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I'm looking to buy a PSG-1 but want to make sure it will be legal to own by civilian. What is the last year(date code) of manufacture I can buy and stay legal?...........thanks,
 

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I'm looking to buy a PSG-1 but want to make sure it will be legal to own by civilian. What is the last year(date code) of manufacture I can buy and stay legal?...........thanks,
You can find that info here on HK Pro: The Symbols on HK Firearms

I hope the gun you were offered wasn't a "45" prefix, I've seen an illegal gun offered that way from someone who does not have the legal right to possess guns any more.
 

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Technically speaking you can legally own a BA (2010) date code although they are few and very far between.

Get a good 44prefix (PSG1 and not a 45-MSG90) and be done. Also, make sure you get a case with it. They are cheap right now so take advantage while you can. Although everyone needs atleast 2.
 

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Technically speaking you can legally own a BA (2010) date code although they are few and very far between.

Get a good 44prefix (PSG1 and not a 45-MSG90) and be done. Also, make sure you get a case with it. They are cheap right now so take advantage while you can. Although everyone needs atleast 2.
Cheap? I just saw one for $15,000 on GB. Ouch. Also, how the world are people gettin MSG-90's? They have front push pin holes.
 

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Compared to 20K for a NIB in 07 they are cheap now.

I do not know the details on the mSG90s, apparently somrone tried to sell one as a PSG1.
 

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Compared to 20K for a NIB in 07 they are cheap now.

I do not know the details on the mSG90s, apparently somrone tried to sell one as a PSG1.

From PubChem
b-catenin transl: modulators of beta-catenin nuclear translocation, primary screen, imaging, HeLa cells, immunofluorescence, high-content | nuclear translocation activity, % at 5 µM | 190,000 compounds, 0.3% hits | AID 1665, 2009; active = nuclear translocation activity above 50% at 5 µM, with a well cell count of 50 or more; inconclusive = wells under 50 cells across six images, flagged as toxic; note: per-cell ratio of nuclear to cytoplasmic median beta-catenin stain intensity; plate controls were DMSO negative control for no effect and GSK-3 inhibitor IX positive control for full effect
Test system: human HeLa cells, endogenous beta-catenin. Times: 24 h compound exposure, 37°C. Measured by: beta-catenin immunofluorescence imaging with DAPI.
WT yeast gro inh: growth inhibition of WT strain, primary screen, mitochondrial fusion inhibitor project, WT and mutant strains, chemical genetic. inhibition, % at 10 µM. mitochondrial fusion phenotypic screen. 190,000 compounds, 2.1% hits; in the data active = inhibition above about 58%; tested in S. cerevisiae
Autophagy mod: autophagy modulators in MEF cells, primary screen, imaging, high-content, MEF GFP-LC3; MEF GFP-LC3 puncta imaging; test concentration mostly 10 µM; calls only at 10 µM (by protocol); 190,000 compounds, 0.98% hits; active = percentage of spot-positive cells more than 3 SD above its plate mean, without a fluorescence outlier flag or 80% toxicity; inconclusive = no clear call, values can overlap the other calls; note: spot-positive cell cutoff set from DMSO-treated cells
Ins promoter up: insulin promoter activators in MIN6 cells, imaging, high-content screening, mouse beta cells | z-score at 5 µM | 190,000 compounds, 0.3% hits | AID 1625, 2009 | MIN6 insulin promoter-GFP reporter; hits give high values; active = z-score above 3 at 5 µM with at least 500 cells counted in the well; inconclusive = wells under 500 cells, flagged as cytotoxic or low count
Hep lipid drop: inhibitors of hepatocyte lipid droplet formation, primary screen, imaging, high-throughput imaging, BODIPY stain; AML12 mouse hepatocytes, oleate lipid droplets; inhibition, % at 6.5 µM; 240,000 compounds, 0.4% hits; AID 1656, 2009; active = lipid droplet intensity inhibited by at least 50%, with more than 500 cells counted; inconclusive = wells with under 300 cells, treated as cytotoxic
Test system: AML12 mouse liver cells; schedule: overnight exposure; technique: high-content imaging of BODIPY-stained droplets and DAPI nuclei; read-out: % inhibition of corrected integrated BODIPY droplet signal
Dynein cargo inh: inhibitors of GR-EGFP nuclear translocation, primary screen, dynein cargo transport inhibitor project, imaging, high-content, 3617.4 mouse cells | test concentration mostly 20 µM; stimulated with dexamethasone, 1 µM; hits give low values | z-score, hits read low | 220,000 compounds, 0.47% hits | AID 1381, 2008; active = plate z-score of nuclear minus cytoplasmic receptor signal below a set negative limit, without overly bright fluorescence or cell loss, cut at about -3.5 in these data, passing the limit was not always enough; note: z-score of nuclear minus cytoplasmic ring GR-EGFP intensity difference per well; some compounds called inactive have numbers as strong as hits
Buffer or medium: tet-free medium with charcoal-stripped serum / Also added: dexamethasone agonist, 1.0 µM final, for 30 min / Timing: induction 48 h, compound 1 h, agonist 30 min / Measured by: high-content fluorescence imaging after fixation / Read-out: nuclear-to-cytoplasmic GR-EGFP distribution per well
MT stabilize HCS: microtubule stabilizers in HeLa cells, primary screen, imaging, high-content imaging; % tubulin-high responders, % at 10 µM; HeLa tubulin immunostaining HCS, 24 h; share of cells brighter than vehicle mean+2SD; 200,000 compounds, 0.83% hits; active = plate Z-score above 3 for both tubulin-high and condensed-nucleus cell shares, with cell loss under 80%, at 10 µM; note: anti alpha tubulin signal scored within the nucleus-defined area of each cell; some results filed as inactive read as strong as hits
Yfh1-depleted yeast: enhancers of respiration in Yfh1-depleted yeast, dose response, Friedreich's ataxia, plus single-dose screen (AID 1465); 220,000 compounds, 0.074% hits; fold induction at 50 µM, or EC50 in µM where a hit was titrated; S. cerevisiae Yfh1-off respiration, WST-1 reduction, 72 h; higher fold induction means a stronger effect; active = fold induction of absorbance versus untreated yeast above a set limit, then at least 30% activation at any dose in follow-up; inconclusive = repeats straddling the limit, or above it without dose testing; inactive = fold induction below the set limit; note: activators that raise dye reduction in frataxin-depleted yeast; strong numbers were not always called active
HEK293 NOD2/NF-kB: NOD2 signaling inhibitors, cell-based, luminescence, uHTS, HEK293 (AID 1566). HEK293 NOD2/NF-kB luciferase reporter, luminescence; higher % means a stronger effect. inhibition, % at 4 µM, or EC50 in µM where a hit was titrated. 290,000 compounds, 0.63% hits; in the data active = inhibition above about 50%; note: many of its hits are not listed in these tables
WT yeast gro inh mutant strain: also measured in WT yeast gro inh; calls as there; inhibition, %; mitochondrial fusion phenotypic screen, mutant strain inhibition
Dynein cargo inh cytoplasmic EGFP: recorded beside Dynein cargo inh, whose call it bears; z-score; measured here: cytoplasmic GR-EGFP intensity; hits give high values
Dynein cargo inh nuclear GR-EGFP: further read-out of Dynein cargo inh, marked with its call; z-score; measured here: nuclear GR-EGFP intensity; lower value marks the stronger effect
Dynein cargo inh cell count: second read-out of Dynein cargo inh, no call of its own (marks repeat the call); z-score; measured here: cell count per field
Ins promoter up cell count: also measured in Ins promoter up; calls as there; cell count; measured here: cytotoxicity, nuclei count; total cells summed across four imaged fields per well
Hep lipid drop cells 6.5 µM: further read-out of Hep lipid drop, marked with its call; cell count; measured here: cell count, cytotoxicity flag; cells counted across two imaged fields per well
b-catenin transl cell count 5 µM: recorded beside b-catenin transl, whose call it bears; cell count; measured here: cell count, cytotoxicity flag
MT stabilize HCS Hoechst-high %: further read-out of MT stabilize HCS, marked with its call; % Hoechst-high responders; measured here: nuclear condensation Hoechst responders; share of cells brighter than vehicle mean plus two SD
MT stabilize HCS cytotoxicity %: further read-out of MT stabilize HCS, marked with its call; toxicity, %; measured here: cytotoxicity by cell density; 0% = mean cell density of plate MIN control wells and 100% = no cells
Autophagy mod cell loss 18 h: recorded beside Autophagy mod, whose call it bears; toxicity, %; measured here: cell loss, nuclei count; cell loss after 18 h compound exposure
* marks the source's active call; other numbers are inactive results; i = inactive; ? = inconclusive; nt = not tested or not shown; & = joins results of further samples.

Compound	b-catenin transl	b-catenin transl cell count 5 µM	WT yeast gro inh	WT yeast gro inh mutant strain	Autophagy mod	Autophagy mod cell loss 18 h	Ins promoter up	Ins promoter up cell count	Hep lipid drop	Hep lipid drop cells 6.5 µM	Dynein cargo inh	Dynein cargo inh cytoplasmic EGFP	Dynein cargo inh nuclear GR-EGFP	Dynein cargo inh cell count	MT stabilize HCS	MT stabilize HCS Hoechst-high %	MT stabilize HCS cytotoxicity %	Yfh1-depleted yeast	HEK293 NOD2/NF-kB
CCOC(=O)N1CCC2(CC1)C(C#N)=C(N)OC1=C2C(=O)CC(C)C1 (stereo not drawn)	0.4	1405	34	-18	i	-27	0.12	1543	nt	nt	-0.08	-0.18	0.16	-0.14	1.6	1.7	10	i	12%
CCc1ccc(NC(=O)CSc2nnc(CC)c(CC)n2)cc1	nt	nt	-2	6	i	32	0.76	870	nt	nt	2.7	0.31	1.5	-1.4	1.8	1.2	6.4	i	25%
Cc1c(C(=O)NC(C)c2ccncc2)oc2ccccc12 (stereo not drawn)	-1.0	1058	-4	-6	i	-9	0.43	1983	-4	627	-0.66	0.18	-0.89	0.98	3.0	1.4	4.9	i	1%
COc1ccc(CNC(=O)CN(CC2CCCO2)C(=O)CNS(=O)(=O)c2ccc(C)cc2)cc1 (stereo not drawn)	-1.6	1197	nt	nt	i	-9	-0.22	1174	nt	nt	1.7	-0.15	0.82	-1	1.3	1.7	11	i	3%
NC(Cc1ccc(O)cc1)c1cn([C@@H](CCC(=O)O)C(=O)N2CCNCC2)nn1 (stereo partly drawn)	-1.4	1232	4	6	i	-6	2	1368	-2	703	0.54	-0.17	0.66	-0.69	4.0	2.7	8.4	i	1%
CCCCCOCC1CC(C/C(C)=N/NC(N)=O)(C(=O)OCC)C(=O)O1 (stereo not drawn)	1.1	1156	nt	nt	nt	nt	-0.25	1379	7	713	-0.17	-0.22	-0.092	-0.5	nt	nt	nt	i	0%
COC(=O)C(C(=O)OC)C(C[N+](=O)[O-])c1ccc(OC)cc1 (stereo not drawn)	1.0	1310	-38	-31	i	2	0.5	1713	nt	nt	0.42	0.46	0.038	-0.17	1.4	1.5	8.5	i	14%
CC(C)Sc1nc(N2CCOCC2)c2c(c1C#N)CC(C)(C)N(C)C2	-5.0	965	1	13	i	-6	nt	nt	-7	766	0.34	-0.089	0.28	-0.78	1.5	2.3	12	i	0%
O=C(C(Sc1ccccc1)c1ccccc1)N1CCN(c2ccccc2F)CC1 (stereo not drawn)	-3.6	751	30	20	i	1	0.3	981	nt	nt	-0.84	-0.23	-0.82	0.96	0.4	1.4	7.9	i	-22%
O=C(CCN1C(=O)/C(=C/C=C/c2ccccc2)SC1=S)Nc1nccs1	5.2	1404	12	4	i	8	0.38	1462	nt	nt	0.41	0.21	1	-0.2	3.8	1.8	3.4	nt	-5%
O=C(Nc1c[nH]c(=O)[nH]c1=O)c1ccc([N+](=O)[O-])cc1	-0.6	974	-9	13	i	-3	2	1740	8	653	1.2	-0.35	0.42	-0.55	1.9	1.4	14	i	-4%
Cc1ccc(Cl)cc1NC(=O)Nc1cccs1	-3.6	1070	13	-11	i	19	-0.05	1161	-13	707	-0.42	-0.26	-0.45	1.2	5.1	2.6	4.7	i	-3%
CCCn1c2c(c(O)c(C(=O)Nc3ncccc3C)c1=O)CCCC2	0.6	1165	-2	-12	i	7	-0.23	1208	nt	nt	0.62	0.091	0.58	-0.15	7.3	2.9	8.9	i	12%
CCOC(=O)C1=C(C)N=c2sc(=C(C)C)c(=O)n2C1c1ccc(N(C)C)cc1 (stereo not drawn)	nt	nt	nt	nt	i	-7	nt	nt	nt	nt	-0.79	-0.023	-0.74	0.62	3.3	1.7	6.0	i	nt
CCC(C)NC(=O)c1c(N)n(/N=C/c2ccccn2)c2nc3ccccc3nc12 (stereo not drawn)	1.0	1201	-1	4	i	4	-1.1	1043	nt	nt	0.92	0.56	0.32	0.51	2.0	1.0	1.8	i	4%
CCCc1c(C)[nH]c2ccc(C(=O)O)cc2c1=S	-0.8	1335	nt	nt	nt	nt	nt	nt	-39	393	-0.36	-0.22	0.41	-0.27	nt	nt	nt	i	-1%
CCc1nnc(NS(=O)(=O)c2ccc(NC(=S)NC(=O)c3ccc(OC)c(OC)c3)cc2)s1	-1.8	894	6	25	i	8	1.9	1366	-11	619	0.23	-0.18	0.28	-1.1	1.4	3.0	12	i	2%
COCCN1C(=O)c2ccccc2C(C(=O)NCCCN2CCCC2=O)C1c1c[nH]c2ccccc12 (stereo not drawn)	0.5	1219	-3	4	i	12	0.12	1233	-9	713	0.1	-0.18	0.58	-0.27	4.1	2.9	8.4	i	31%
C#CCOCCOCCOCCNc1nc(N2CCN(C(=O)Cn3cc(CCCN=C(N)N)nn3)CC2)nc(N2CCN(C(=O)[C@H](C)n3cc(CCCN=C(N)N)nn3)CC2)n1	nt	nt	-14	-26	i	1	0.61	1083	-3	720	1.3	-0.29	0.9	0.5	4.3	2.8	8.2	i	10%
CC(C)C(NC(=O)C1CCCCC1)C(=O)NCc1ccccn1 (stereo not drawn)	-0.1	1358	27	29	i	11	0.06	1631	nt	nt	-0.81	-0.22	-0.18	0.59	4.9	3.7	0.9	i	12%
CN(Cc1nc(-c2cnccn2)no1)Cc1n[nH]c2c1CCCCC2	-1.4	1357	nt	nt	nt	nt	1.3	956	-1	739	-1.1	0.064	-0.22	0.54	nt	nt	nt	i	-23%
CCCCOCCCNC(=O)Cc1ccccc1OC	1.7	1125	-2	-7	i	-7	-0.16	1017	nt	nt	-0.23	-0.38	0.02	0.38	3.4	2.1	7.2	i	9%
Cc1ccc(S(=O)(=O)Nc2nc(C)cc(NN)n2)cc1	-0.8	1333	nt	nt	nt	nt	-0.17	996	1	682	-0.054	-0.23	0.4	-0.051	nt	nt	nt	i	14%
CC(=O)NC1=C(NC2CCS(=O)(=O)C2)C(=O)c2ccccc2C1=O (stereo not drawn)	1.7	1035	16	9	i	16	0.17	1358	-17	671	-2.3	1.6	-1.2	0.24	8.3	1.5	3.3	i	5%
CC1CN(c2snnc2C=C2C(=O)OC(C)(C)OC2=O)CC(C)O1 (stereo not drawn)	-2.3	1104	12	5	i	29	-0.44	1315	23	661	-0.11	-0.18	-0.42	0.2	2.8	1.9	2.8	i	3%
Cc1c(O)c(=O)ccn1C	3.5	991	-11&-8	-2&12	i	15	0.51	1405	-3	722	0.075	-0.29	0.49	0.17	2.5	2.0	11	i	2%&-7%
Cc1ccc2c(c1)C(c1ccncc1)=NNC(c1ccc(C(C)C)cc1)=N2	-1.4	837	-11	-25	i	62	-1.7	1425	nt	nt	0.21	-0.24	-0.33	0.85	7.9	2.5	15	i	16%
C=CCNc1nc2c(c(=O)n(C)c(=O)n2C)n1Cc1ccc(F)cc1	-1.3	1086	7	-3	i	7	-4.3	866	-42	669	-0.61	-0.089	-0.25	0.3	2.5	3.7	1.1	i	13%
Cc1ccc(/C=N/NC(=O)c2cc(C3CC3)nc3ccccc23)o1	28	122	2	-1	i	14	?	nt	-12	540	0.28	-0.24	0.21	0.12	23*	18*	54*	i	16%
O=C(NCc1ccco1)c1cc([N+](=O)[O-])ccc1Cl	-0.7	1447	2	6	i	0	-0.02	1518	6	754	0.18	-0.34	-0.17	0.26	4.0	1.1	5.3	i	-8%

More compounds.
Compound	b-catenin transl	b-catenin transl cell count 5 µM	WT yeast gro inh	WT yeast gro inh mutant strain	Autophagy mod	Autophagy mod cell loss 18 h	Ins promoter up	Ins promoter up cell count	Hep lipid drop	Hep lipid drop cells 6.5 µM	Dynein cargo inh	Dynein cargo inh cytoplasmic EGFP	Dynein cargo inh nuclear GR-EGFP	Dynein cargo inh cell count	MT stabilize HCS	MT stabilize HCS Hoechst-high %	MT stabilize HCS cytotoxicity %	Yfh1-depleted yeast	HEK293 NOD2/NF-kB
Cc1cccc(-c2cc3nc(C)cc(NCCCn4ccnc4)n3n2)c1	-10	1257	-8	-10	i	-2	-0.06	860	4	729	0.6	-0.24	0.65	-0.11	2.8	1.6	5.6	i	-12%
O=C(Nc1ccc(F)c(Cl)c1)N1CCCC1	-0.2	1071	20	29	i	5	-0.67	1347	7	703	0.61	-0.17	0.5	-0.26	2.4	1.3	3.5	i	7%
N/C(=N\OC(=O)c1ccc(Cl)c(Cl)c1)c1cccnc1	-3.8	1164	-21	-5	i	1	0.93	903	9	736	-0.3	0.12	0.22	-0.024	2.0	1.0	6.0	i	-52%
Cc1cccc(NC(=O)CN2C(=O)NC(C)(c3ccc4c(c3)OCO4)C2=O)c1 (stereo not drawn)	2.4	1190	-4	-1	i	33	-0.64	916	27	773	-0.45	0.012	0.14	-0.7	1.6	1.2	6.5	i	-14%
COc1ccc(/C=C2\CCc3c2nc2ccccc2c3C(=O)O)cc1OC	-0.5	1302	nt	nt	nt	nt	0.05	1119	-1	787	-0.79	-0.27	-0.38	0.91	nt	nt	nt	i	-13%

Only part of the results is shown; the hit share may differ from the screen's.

Oh wow. I had no idea. Why anyone would want an automatic sniper rifle I'm not sure but you know how ATF feels about a pin hole.
 

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The pin hole refers to the hole at the back of the mag well and at the front of the trigger group, where the two meet and are connected by a push pin. The ATF defines that hole as making a weapon a machine gun. On the civilian legal G3 based weapons, like the HK91, 93, 94, and SP89, there is no hole in that position, instead there is a shelf, sometimes referred to as the semi-auto shelf. That shelf prevents someone from mounting a full auto trigger group. It also negates the need for that push pin.
Hope that clears it up.
 

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Can you tell me what a pin hole is?
Why is it good/bad?
Also an answer available here on HK Pro: The Complete Reference on the Legal NFA Conversion of HK Firearms - The Reciever: Where it all Begins

On most factory original machine-gun versions the fire-control group is mounted by, and pivots on in the front, a horizontally sliding assembly pin front and rear. (Some notable factory original exceptions to this trigger group mounting rule are machine guns such as the HK21E and G41, which for specific and intended design purposes, are equipped with a non-pivot pin type front trigger group attaching mount. A contrary exception to the general rule is the MSG90 Selected Marksmans’ Rifle; though the MSG90 is intended as a semi-automatic weapon it is designed with a front pivot-pin mounting attachment for the semi-automatic fire control group, and as such, BATF has classified this particular weapon as being legally classed as a “Machine Gun” even though it is incapable of automatic fire in its’ intended form.) This front assembly/pivot pin is aligned and held by a set of indexed holes located on a rounded protrusion of the receiver bottom at the rear of the magazine housing upper area. It is mated with a permanently affixed (usually welded, though press fitting is sometimes used) fitted bushing on the inside of the two pressed steel sides of the receiver stamping for the assembly/pivot pin to pass through and bear against. By this method the trigger housing can be held fast in the proper position on the receiver, and also pivot downward for disassembly or cleaning. This is arrangement is commonly known as the “push-pin trigger group assembly”, or “swing-down trigger housing” type. It is the original and most common method of attachment of the trigger housing on factory machine-guns. This feature alone, the holes and mated bushing for the front assembly/pivot pin, has been determined to be the sole defining feature by BATF Technology Branch as to what constitutes in a legally defining sense a “Machine Gun” receiver for a H&K type weapon under the National Firearms Act.
 
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